Possibly in this meeting, Martín de Lucas will also highlight two key events that motivated him to start his solo career in 2015: a momentous trip to India and the experience of being a father. In the same way, the artist can explain one of his most pictorial series, "The garden of Fukuoka": a group of abstraction paintings in which he reflects on "two opposite ways of understanding agriculture and life". On the one hand, the more natural, respectful and fluid way, on the other hand, the more artificial, unbalanced and harmful way. The pictorial strategies correspond to this dual speech: colourful and free traces in the first case, which pays tribute to the oriental concept developed by Fukuoka, "WeiWei" (no intervention or action in nature and the cultivation process); and in opposition, the lugubrious and repetitive compositions of the second path, the aggressive industrial system of agricultural exploitation. In these works, both with great lyricism, the artist's speech again questions our overbearing anthropocentrism in front of the natural state of the world.

Thus, the audience attending this visit to Rubén Martín de Lucas’ studio, Guest Artist of this edition of Art Madrid, will have an exceptional opportunity to approach the committed work of a multidisciplinary artist, better understand his work and talk directly to him.

All those interested in attending the visit, just have to sign up here.

 

The CEART opens this Thursday, November 14th in the room A an exhibition dedicated to this master of photography, which will be open to the public until February 9th. The show includes one of the artist's latest projects, focused on the hard work carried out by the miners of Serra Pelada, an open gold mine in the heart of Brazil where employees daily risked their lives.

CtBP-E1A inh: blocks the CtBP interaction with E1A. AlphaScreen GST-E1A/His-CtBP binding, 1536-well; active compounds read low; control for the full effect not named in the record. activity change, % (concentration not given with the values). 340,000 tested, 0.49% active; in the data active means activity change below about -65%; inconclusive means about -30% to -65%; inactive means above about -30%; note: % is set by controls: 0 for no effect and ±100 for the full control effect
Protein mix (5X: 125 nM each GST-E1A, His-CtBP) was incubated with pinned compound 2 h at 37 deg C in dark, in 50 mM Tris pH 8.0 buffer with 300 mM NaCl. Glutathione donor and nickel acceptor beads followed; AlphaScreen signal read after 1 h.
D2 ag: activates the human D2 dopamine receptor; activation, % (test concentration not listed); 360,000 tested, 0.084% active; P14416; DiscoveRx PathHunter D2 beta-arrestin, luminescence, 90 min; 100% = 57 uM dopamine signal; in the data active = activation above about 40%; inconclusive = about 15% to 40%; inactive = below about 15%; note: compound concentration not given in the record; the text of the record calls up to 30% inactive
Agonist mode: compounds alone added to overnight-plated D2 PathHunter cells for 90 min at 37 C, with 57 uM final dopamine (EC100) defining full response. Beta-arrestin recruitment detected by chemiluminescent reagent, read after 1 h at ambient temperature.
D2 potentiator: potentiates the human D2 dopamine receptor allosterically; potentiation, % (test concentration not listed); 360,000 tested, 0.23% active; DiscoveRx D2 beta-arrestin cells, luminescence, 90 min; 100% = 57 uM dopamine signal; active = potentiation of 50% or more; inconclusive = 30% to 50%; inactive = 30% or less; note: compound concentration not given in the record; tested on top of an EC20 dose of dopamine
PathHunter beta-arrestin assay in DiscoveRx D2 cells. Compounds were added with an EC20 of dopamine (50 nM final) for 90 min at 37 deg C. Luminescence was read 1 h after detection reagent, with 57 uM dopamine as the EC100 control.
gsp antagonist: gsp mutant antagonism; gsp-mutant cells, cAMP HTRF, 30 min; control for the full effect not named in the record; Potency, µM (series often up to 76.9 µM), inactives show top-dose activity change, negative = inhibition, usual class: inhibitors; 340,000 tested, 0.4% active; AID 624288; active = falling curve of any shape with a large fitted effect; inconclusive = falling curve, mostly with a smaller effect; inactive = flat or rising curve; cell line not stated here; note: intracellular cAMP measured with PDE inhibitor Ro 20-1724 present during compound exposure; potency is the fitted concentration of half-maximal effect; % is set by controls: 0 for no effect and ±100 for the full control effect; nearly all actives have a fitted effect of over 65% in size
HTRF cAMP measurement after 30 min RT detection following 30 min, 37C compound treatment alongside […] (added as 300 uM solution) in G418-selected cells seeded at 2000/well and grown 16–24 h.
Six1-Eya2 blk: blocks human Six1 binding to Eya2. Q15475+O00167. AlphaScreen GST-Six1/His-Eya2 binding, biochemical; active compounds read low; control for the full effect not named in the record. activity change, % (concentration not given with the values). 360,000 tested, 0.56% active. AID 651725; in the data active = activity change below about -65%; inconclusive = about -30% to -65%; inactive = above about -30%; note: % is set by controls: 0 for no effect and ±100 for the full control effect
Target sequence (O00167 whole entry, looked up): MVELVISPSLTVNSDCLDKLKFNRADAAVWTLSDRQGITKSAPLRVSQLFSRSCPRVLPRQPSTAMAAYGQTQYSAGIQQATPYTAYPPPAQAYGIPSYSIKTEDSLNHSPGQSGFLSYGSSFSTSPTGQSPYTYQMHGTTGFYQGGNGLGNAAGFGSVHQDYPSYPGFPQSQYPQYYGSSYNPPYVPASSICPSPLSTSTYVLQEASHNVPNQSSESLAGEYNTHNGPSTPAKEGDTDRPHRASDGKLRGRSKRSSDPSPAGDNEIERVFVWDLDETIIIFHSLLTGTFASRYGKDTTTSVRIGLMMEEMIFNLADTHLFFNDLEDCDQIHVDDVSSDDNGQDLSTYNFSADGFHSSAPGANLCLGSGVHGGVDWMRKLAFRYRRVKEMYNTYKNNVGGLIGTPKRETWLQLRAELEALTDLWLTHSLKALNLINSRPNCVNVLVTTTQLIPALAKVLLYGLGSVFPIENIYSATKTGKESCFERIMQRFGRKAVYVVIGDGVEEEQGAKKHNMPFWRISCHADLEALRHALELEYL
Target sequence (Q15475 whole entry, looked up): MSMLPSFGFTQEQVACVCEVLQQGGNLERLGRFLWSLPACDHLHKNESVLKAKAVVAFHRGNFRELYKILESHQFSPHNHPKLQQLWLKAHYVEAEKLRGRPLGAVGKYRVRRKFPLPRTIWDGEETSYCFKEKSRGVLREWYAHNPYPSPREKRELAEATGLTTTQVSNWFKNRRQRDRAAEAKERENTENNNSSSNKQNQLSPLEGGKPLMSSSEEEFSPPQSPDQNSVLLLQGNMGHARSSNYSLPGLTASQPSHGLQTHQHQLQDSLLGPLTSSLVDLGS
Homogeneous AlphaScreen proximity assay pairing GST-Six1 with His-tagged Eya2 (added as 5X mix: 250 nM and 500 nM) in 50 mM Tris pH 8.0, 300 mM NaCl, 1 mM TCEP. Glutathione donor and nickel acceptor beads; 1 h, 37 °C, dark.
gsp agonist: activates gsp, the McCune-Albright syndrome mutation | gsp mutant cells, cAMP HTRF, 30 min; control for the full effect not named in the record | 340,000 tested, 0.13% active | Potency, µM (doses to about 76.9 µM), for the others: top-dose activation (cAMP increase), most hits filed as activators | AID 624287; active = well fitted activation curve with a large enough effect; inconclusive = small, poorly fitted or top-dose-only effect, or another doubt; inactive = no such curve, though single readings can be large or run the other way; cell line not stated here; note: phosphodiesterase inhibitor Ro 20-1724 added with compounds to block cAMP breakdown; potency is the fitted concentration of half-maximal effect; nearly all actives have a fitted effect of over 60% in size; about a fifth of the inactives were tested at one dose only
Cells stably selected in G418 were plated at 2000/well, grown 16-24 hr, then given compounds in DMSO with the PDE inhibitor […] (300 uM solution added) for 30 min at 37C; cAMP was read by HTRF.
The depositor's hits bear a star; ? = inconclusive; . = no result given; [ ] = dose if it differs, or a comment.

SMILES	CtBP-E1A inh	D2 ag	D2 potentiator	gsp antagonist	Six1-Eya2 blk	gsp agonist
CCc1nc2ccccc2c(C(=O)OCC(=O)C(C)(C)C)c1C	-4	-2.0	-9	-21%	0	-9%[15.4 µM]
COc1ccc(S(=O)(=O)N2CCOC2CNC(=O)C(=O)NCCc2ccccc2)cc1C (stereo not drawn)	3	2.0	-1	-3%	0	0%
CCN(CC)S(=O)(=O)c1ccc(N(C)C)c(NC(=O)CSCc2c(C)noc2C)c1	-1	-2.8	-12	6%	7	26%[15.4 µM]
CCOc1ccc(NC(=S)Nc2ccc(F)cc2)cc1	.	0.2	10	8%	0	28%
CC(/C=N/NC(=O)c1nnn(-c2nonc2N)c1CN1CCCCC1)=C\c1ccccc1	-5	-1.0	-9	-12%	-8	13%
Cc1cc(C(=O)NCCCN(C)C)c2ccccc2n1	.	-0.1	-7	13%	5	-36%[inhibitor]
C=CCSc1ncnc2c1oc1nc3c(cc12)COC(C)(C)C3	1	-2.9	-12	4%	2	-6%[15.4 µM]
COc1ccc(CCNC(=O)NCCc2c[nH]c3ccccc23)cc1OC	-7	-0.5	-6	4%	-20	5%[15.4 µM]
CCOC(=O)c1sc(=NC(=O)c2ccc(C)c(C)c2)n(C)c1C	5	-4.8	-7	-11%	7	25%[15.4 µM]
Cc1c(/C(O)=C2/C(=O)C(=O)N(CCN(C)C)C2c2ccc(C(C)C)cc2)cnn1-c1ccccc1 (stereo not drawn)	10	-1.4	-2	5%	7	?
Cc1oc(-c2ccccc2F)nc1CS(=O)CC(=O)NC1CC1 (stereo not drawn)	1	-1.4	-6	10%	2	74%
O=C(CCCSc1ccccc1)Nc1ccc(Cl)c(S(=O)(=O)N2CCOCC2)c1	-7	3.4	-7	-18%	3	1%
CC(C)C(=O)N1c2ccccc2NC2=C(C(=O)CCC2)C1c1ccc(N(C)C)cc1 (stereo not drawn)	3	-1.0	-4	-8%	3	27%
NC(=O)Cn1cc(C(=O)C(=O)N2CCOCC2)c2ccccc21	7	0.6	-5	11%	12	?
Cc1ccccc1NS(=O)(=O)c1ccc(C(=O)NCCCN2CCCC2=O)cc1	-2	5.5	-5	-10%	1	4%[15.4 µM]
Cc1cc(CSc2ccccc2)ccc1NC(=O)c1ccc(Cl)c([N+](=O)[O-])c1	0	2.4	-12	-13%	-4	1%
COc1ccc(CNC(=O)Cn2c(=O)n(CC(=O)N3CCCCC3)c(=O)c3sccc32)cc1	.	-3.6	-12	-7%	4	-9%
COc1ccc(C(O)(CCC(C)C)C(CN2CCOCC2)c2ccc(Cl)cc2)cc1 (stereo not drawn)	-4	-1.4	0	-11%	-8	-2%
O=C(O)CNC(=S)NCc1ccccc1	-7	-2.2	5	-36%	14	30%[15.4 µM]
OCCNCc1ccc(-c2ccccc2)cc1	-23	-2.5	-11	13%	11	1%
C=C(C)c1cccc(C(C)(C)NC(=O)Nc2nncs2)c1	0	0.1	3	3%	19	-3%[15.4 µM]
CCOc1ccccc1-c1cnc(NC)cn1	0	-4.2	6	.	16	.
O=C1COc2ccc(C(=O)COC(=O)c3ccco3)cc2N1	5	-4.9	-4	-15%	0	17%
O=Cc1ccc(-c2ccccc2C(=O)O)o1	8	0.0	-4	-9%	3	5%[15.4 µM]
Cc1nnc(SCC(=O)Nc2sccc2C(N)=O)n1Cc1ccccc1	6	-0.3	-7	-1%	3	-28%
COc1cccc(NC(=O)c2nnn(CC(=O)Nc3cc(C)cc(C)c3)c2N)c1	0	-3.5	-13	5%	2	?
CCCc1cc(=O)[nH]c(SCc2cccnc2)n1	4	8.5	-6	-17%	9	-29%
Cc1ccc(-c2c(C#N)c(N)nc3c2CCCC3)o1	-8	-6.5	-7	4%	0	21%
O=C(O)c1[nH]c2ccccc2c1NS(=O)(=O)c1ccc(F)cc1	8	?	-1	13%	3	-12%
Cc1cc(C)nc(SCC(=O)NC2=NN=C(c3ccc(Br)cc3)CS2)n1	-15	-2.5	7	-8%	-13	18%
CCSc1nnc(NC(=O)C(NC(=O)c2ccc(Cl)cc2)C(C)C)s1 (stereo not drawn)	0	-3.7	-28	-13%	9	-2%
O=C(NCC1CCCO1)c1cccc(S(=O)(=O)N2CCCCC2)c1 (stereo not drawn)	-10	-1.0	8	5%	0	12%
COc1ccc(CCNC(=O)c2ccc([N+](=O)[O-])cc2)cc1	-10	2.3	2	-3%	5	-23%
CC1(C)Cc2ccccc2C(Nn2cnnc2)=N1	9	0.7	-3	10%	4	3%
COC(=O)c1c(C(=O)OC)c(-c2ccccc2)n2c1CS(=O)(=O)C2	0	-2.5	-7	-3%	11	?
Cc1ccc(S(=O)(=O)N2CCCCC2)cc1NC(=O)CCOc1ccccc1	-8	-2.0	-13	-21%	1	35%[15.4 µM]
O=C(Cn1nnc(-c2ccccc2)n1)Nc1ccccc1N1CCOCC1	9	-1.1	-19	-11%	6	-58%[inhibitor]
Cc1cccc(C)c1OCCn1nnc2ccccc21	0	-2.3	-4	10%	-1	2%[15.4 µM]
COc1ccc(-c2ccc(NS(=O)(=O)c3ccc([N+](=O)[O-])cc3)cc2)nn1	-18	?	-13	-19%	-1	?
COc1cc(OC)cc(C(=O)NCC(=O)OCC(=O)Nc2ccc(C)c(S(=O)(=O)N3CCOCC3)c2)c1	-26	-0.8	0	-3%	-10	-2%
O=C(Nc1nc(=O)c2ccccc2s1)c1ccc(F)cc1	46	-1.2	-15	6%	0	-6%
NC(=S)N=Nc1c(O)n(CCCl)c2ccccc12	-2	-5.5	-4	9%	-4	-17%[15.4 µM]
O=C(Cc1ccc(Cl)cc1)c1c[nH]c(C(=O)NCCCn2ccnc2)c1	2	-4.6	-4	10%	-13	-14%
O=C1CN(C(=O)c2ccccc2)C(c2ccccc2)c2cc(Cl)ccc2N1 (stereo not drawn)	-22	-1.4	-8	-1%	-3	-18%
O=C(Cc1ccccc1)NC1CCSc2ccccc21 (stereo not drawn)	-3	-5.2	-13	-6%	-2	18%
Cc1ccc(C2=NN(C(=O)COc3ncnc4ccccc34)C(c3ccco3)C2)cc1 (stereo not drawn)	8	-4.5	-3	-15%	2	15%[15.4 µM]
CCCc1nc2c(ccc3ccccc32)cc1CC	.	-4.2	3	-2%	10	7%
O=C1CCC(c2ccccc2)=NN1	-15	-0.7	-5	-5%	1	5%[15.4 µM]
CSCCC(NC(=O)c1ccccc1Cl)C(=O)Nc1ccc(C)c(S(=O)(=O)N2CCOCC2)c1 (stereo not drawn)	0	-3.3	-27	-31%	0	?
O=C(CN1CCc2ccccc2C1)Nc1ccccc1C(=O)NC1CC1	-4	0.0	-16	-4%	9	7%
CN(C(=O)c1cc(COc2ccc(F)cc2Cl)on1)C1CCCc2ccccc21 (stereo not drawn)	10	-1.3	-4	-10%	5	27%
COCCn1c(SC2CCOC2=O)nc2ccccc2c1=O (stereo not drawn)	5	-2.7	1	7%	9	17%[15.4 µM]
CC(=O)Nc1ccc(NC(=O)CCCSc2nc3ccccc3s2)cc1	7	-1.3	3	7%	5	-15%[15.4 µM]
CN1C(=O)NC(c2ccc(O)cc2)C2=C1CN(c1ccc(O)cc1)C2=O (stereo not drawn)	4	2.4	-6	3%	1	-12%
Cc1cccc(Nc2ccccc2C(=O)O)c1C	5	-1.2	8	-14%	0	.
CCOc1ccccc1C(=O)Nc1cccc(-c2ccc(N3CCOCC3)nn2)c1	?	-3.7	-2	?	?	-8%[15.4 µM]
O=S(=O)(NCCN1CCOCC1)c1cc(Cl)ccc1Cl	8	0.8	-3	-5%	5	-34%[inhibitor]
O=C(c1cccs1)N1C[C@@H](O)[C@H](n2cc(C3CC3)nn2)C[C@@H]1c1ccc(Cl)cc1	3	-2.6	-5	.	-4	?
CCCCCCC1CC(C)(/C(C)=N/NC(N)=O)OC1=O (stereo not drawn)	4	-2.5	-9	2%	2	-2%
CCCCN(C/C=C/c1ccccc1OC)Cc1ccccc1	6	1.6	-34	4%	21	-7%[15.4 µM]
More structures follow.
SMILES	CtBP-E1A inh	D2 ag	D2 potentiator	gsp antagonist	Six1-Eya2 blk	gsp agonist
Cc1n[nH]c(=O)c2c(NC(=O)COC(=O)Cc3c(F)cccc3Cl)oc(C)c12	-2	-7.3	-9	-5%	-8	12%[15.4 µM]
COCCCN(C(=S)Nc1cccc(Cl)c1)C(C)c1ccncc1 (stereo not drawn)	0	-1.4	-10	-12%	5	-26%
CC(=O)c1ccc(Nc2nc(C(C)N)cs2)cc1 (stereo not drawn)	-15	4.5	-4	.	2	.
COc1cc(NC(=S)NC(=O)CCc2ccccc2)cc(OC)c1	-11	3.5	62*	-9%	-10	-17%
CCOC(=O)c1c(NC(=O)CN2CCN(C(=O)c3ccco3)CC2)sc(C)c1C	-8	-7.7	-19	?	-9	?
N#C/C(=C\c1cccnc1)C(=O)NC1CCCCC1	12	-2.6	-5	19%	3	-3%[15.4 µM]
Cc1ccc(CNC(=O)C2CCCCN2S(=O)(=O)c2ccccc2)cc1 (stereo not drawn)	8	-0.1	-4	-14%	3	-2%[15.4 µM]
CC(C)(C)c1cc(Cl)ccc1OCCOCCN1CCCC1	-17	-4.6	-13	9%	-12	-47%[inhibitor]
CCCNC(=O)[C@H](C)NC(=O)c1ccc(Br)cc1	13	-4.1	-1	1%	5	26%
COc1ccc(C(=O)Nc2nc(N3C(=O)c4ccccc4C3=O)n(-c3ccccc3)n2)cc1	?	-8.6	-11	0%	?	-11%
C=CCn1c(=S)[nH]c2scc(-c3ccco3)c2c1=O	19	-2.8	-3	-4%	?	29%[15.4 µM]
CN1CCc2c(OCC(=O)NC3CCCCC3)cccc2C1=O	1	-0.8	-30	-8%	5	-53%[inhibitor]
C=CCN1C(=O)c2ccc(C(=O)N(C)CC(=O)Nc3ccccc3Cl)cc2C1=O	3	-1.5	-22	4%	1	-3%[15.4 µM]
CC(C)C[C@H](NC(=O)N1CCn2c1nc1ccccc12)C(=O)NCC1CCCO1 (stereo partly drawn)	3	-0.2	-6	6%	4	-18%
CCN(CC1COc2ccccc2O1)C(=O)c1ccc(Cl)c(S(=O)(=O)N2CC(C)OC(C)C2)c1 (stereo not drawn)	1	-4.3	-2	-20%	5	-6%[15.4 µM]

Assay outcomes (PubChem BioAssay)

Immigration, poverty, marginal life, slave labour, man's relationship with the land, the use of natural resources... are issues that have always fascinated Salgado. From the beginning of his career as a photographer, his work has opted to give visibility to the most disadvantaged groups and to create with his images a vivid and impressive visual story without fakes. With a raw black and white, this author's work transits between photo-reportage and naturalistic photography.

And the idea that permeates all his work is human dignity. Salgado portrays employees, miners and gatherers from a purely humanistic approach that wants to value their integrity, their strength and their resilience.

“If you photograph a human, so that he is not represented in a noble way, there is no reason to take the picture. That is my way of seeing things.”

Salgado entered this discipline long after completing his studies in economics between Brazil and the United States, and a doctorate in statistics in France. But in 1973 his life took a turn, and he decided to start his career as a photographer. He achieved to work at the Gamma Agency and Magnum Photos for more than 15 years until in 1994 he founded his own agency “Amazonas Imagen”.

With the “Gold” project, the photographer portrays a harsh reality that takes place in the Serra Pelada mine, a name given to a totally devastated and anarchically excavated mining enclave, the world's largest open-pit gold mine, through which more than 50,000 people have passed. In the heat of the legends about the mysterious “El Dorado”, the enthusiasm for this precious metal led to the development of strenuous exploitation practices for the workers and to originate tales of grief and glory, of human victory and defeat between the soil, the tunnels and the cargo baskets.

The CEART exhibition brings together Salgado's full portfolio in his characteristical black and white and large-format photographs that leave no one indifferent.